camera obscura

noun

cam·​era ob·​scu·​ra ˈkam-rə-əb-ˈskyu̇r-ə How to pronounce camera obscura (audio)
ˈka-mə-rə-
: a darkened enclosure having an aperture usually provided with a lens through which light from external objects enters to form an image of the objects on the opposite surface

Examples of camera obscura in a Sentence

Recent Examples on the Web Mattel courts toy-shopping parents with sustainable products To a child, a box can be a doll’s house or a rocket ship, a camera obscura or a magic carpet sailing down the concrete slides in Golden Gate Park. Sonja Sharp, Los Angeles Times, 3 Aug. 2023 Williams built a frame over the hole where the camera obscura had been, providing a spot for Fortuna’s pedestal. Sam Whiting, San Francisco Chronicle, 6 Mar. 2023 At 18, Weber built a camera obscura, or pinhole camera, at home to test whether Vermeer might have used one. Nick Glass, CNN, 9 Feb. 2023 Long story short, this was the work that really established the idea that sight relies on rays of light stretching from objects to the eye, as well as introducing the camera obscura and discussing the physical mechanism of sight. Sean Carroll, Discover Magazine, 8 Jan. 2011 The museum’s researchers, however, said the brushstrokes contained no evidence of a link to the camera obscura, a type of pinhole camera. Zachary Small, New York Times, 7 Oct. 2022 Making a portable camera obscura was, for Morell, a breakthrough comparable to the invention of paint tubes in the late 18th century. Sebastian Smee, Washington Post, 2 Oct. 2022 Nights are lost to flitting thoughts or memories, like a camera obscura forcing me to sit through every triggering event of my life. Maybelle Morgan, refinery29.com, 11 Aug. 2022 Like a camera obscura of old times, Photolux Festival aims to display a clear and well-defined selection of work from the international photographic scene. Vogue, 27 Apr. 2022 See More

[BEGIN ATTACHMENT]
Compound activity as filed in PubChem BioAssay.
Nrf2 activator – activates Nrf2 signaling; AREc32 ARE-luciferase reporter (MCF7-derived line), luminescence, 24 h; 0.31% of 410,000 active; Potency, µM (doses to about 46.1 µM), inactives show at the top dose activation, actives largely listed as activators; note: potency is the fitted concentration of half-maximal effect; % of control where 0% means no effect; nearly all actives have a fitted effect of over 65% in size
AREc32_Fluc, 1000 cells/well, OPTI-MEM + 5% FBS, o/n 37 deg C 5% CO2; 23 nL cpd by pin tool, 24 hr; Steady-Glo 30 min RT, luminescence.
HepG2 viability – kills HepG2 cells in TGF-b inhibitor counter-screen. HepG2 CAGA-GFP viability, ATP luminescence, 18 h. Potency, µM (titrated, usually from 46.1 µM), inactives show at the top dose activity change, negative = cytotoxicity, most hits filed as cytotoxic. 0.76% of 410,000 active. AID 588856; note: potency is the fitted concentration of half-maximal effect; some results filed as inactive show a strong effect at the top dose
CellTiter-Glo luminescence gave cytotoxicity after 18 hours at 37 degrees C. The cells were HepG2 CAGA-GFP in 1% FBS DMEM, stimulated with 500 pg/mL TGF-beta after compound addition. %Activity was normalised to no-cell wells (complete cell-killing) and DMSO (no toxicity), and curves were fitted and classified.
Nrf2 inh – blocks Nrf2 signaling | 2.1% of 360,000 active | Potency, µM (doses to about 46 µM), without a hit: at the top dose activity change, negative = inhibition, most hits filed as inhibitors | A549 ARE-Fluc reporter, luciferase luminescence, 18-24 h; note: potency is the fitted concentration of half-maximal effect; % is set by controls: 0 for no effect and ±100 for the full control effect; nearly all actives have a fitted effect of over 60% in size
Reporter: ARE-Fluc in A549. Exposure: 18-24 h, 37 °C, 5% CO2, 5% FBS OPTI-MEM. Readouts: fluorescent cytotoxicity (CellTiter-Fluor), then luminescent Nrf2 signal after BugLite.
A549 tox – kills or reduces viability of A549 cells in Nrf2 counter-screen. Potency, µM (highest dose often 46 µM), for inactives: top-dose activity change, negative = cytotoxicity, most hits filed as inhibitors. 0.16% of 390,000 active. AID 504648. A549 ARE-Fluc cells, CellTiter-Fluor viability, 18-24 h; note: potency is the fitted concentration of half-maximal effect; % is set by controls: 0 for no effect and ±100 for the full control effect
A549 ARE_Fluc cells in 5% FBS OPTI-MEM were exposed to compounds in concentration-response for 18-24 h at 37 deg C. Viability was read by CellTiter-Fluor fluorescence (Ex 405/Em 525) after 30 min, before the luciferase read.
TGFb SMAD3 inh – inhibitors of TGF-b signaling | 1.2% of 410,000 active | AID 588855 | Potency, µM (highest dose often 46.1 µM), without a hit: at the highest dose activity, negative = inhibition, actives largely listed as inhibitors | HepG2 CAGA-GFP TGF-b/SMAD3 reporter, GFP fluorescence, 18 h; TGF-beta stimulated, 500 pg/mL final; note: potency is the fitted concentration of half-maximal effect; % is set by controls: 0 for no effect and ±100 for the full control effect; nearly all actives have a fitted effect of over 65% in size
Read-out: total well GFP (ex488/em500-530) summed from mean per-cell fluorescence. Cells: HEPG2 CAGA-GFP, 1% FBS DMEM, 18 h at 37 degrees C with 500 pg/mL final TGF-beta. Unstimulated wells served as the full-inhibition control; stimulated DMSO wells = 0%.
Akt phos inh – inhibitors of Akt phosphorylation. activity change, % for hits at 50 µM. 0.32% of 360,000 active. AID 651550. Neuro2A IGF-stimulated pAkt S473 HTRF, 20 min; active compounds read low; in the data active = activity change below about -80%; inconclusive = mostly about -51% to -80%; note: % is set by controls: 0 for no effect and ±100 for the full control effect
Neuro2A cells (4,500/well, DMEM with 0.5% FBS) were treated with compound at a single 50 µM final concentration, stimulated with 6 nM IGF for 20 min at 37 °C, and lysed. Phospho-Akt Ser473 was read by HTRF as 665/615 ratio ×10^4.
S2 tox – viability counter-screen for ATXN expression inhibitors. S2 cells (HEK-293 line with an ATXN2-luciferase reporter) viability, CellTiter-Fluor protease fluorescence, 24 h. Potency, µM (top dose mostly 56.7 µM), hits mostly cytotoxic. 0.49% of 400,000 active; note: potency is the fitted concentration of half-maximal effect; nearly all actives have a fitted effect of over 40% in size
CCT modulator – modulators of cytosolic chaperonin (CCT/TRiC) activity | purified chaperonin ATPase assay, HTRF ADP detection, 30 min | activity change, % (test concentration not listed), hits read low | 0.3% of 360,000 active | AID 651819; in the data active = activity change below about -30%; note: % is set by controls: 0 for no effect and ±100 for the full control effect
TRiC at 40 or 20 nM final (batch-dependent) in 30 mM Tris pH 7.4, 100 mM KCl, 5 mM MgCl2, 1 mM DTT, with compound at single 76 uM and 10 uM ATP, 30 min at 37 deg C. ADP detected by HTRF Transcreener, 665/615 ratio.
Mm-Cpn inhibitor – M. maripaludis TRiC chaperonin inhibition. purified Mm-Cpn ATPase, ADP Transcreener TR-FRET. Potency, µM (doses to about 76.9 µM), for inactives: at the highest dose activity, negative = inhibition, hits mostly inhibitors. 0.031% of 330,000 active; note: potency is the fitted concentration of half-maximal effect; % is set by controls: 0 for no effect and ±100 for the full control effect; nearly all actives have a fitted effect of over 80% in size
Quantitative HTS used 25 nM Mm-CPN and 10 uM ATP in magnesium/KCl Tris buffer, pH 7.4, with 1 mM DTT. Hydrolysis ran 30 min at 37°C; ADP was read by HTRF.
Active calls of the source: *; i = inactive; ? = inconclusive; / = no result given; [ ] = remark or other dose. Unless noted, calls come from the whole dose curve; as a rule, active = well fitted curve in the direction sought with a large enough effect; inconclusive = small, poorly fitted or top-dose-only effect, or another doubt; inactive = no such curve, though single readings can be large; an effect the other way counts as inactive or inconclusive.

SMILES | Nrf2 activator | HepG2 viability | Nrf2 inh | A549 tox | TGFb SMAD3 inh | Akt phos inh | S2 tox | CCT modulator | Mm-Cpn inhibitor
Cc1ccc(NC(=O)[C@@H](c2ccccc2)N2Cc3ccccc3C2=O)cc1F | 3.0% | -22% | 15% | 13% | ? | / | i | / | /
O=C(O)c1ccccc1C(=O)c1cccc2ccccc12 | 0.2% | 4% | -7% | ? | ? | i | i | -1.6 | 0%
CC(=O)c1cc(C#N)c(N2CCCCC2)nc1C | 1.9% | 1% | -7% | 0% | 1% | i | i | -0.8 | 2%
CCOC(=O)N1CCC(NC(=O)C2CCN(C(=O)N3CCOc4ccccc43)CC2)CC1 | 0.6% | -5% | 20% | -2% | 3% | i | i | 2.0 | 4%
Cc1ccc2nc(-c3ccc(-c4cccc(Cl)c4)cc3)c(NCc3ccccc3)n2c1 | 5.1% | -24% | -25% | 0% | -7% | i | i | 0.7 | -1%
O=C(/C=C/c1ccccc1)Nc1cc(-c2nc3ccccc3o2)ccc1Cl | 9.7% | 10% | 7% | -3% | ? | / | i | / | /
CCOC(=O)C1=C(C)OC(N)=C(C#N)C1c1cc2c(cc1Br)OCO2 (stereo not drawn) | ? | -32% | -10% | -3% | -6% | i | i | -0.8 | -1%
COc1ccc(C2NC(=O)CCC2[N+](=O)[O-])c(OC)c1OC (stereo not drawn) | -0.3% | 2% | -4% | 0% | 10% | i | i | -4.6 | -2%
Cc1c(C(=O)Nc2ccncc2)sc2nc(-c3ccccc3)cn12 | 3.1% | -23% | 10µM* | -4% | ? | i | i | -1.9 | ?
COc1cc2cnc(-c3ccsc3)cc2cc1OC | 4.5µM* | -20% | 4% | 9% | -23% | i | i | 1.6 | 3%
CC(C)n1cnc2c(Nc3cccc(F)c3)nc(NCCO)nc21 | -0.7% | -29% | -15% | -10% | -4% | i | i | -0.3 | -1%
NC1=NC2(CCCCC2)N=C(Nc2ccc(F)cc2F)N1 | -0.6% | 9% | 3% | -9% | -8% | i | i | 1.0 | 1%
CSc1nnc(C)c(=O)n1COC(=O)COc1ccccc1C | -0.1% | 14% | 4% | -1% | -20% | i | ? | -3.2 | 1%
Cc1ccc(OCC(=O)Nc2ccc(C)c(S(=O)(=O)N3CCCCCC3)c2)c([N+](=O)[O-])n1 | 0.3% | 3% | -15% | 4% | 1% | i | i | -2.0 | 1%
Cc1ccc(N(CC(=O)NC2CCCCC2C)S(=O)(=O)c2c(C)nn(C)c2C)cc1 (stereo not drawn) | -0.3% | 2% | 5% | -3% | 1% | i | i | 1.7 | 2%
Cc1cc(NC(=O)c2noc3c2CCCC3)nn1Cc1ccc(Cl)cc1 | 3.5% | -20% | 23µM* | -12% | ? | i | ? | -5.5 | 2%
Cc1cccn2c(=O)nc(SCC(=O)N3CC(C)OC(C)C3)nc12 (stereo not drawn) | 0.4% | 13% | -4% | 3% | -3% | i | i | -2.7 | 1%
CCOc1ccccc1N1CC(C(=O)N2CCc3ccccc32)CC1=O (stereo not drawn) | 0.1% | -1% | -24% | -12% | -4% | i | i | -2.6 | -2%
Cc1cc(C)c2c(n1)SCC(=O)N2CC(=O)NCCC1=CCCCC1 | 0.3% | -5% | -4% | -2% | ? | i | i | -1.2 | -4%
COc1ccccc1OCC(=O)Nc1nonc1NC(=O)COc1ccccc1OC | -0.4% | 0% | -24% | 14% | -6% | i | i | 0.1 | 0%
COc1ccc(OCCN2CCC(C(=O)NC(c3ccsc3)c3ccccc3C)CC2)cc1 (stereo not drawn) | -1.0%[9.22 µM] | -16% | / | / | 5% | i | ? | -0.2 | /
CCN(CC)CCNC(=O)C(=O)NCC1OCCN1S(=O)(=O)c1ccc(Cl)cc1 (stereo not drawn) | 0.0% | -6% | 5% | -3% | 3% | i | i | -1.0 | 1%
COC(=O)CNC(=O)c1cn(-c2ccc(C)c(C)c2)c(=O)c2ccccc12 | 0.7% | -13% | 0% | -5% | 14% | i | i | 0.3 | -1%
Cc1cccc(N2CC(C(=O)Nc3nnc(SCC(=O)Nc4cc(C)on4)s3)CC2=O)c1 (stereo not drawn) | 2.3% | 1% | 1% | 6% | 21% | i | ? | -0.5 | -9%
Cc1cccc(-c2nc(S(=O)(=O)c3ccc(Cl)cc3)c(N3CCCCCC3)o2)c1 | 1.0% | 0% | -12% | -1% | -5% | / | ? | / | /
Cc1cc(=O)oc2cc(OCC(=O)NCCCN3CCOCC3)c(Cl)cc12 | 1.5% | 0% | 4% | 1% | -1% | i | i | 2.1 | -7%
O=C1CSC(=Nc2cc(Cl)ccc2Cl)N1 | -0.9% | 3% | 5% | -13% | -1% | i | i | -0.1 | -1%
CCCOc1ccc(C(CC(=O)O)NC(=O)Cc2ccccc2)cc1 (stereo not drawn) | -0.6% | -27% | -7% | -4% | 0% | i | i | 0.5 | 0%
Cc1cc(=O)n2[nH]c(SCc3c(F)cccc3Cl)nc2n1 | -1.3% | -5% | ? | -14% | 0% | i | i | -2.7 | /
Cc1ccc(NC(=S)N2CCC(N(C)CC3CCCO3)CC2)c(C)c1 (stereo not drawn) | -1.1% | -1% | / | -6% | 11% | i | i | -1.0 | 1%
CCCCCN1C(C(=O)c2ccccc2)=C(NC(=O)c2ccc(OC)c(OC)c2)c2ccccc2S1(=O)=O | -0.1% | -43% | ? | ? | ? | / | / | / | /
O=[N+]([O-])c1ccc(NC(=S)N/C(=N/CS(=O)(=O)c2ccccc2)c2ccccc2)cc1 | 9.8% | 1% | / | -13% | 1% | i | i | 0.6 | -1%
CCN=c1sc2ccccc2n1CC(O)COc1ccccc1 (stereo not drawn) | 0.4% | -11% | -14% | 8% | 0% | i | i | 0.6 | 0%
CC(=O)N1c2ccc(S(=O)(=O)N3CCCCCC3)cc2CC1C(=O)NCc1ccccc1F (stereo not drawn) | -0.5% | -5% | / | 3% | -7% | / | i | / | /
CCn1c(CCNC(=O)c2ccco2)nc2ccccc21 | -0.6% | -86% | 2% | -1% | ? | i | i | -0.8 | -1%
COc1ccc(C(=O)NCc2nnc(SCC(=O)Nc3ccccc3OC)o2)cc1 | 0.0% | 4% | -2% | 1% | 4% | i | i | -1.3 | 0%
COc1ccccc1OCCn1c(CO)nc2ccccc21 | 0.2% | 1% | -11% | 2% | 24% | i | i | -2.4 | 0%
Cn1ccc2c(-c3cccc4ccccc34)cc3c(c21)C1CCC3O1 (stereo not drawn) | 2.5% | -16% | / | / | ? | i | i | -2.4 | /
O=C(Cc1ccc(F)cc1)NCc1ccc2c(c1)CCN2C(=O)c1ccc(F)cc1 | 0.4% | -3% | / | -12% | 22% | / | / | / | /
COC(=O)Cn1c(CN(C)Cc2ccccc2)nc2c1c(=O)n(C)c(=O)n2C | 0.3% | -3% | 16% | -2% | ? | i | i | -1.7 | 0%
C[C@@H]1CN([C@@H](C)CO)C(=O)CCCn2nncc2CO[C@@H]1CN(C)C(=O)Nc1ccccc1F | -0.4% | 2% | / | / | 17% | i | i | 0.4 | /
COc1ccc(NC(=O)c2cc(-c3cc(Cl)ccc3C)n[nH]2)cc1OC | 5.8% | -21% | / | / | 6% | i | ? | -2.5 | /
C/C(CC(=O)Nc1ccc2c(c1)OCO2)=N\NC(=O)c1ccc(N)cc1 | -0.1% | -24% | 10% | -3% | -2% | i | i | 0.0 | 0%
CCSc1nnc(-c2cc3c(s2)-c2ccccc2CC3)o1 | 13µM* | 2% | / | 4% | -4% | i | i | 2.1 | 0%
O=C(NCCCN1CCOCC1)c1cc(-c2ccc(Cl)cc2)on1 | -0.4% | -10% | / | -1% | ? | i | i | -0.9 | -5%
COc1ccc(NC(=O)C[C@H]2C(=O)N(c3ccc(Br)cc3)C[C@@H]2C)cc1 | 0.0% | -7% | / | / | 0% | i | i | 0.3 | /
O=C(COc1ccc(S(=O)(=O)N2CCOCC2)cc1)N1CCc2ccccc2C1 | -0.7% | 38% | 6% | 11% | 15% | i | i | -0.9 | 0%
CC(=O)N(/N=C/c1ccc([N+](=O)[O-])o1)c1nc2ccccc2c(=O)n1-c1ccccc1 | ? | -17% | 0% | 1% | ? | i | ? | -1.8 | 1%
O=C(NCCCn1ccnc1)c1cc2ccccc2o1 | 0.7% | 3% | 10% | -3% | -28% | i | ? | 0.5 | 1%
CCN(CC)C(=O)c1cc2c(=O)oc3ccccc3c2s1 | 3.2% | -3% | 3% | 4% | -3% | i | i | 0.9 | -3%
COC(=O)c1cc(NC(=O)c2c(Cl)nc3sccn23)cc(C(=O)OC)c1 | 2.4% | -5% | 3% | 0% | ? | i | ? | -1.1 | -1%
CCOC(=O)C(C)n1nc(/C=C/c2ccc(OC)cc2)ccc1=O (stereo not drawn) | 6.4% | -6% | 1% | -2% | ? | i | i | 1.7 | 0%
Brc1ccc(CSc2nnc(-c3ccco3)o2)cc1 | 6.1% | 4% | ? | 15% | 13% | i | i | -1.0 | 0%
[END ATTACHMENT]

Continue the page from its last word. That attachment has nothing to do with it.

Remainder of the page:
These examples are programmatically compiled from various online sources to illustrate current usage of the word 'camera obscura.' Any opinions expressed in the examples do not represent those of Merriam-Webster or its editors. Send us feedback about these examples.

Word History

Etymology

New Latin, literally, dark chamber

First Known Use

1716, in the meaning defined above

Time Traveler
The first known use of camera obscura was in 1716

Dictionary Entries Near camera obscura

Cite this Entry

“Camera obscura.” Merriam-Webster.com Dictionary, Merriam-Webster, https://www.merriam-webster.com/dictionary/camera%20obscura. Accessed 24 Feb. 2024.

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